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Rachel Brennan 0 Comments Personnel Mar 09, 2020
Women in Construction

I think everyone who knows me, gets the fact that I am not someone who believes in pushing women into roles within our industry just to tick a box.

Our drive to bring more people into the industry should continue to look at ways of attracting more women and I think those females who are already working in our specialism show what they can bring to the industry.

There is plenty of research that shows from an early age, girls and boys are already starting to form stereotypes about what they can be and what they can achieve.

It’s just a fact that our type of work – especially at operative level – is more likely to attract men. That’s not to say that there are not exceptions. Only recently, I watched in awe is two fit, strong women tore down a stud wall with pick hammers – not only were they good at it, they looked like they were having a whale of a time!

So while we can’t stereotype, we do have to recognise that men and women think differently and, therefore, we have to find ways to be approachable to everyone in order to bring the best talent through.

Of course, not every job demands hard labour and it’s crucial that we get that message across loud and clear – especially to young women and men.

They might not feel cut out for a career as an operative on-site but there are dozens of other disciplines in construction that require the best talent – including estimators, surveyors, bid writers and HR. I must say, we are beginning to see changes as women come into the health & safety and environmental elements of the industry.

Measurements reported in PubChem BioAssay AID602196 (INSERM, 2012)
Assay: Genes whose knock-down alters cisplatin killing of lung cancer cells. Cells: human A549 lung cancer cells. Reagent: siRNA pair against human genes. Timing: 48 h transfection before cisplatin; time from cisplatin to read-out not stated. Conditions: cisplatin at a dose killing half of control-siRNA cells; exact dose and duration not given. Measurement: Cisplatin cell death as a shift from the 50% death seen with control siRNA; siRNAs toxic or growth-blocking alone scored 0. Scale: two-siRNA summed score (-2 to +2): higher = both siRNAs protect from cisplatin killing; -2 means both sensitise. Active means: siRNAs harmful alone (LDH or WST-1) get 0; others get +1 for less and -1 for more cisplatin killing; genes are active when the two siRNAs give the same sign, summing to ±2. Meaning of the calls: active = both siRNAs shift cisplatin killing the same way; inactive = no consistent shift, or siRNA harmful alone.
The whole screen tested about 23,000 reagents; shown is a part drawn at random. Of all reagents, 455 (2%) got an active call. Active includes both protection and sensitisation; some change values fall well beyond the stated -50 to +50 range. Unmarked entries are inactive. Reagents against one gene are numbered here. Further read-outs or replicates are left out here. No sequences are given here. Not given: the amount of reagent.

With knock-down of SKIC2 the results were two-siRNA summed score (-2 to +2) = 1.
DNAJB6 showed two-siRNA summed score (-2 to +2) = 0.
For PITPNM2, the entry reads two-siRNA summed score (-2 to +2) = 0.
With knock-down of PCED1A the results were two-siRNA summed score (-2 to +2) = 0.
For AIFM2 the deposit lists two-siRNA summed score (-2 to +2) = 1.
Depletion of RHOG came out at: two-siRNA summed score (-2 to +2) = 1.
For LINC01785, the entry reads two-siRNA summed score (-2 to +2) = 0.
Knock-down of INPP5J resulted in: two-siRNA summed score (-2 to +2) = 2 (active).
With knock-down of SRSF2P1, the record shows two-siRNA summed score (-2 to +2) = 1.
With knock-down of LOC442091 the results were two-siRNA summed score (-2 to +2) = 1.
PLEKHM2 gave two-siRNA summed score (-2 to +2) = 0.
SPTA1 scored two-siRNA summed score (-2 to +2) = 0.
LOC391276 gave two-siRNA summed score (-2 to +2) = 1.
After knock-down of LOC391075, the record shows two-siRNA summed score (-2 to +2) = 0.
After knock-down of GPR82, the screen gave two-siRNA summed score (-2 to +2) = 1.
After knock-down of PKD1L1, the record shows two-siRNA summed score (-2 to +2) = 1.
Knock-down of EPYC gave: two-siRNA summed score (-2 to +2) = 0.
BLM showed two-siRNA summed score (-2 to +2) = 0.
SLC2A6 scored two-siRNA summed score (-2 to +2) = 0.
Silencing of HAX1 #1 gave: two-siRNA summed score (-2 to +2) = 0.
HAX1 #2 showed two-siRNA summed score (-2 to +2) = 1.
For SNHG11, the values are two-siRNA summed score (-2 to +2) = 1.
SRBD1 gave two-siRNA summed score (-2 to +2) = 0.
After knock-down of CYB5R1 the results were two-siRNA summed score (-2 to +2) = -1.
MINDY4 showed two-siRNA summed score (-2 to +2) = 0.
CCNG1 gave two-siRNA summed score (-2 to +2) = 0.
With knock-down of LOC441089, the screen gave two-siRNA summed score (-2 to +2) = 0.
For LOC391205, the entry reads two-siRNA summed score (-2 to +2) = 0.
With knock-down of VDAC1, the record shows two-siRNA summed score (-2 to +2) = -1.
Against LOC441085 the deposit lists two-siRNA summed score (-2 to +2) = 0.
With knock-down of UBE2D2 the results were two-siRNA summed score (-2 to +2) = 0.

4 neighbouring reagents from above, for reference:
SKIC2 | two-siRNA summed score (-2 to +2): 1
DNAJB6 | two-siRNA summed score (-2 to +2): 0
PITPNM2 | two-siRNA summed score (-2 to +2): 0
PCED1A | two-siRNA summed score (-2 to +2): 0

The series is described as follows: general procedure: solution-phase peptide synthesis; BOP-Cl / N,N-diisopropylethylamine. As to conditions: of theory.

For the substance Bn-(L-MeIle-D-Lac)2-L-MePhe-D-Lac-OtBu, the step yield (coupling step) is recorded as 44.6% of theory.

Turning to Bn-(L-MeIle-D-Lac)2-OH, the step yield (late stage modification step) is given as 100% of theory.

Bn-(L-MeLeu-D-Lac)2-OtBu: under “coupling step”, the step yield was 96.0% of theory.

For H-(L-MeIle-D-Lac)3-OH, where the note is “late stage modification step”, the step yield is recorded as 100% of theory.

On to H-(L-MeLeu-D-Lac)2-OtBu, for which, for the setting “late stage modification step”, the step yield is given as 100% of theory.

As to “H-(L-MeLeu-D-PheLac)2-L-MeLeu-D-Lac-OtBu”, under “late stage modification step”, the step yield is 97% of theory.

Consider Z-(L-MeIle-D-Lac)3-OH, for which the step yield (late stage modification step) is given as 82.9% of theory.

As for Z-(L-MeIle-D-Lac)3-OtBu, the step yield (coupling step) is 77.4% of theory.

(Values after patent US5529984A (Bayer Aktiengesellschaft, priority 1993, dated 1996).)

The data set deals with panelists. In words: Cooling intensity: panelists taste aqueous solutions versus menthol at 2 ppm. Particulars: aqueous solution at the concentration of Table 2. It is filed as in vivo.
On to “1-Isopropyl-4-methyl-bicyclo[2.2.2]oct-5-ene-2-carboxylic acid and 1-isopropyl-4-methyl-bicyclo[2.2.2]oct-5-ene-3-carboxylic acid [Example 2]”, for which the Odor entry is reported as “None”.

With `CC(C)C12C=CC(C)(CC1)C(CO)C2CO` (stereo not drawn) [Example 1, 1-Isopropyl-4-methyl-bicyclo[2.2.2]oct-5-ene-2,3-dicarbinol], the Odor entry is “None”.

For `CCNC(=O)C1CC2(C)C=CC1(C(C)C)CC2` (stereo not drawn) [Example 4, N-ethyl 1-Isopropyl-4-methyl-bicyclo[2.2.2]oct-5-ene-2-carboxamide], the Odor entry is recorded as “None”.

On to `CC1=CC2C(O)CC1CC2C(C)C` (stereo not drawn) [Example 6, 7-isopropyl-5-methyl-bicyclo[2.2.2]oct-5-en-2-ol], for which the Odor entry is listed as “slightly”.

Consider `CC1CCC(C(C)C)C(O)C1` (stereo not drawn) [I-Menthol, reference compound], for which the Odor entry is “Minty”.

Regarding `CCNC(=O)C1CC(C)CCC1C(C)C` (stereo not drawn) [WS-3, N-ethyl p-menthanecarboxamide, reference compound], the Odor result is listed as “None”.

As a woman in construction, I was definitely treated differently when I first started out. There were certain clients who I just couldn’t go and see because they wouldn’t take me seriously – not because of anything I’d done but purely because they had a pre-conceived idea of a woman in this industry.

Thankfully, I don’t come across that now – partly because times have changed and partly because I’ve grown stronger over the years and know how to deal with individuals like that.

However, our girls should not have to put up with that from the start and that sort of behaviour is something I think the industry now rejects.

Again, I am not one who tries to suggest that men and women are the same. We’re not, but I think that those differences in the way we think and work can be a huge asset to the industry.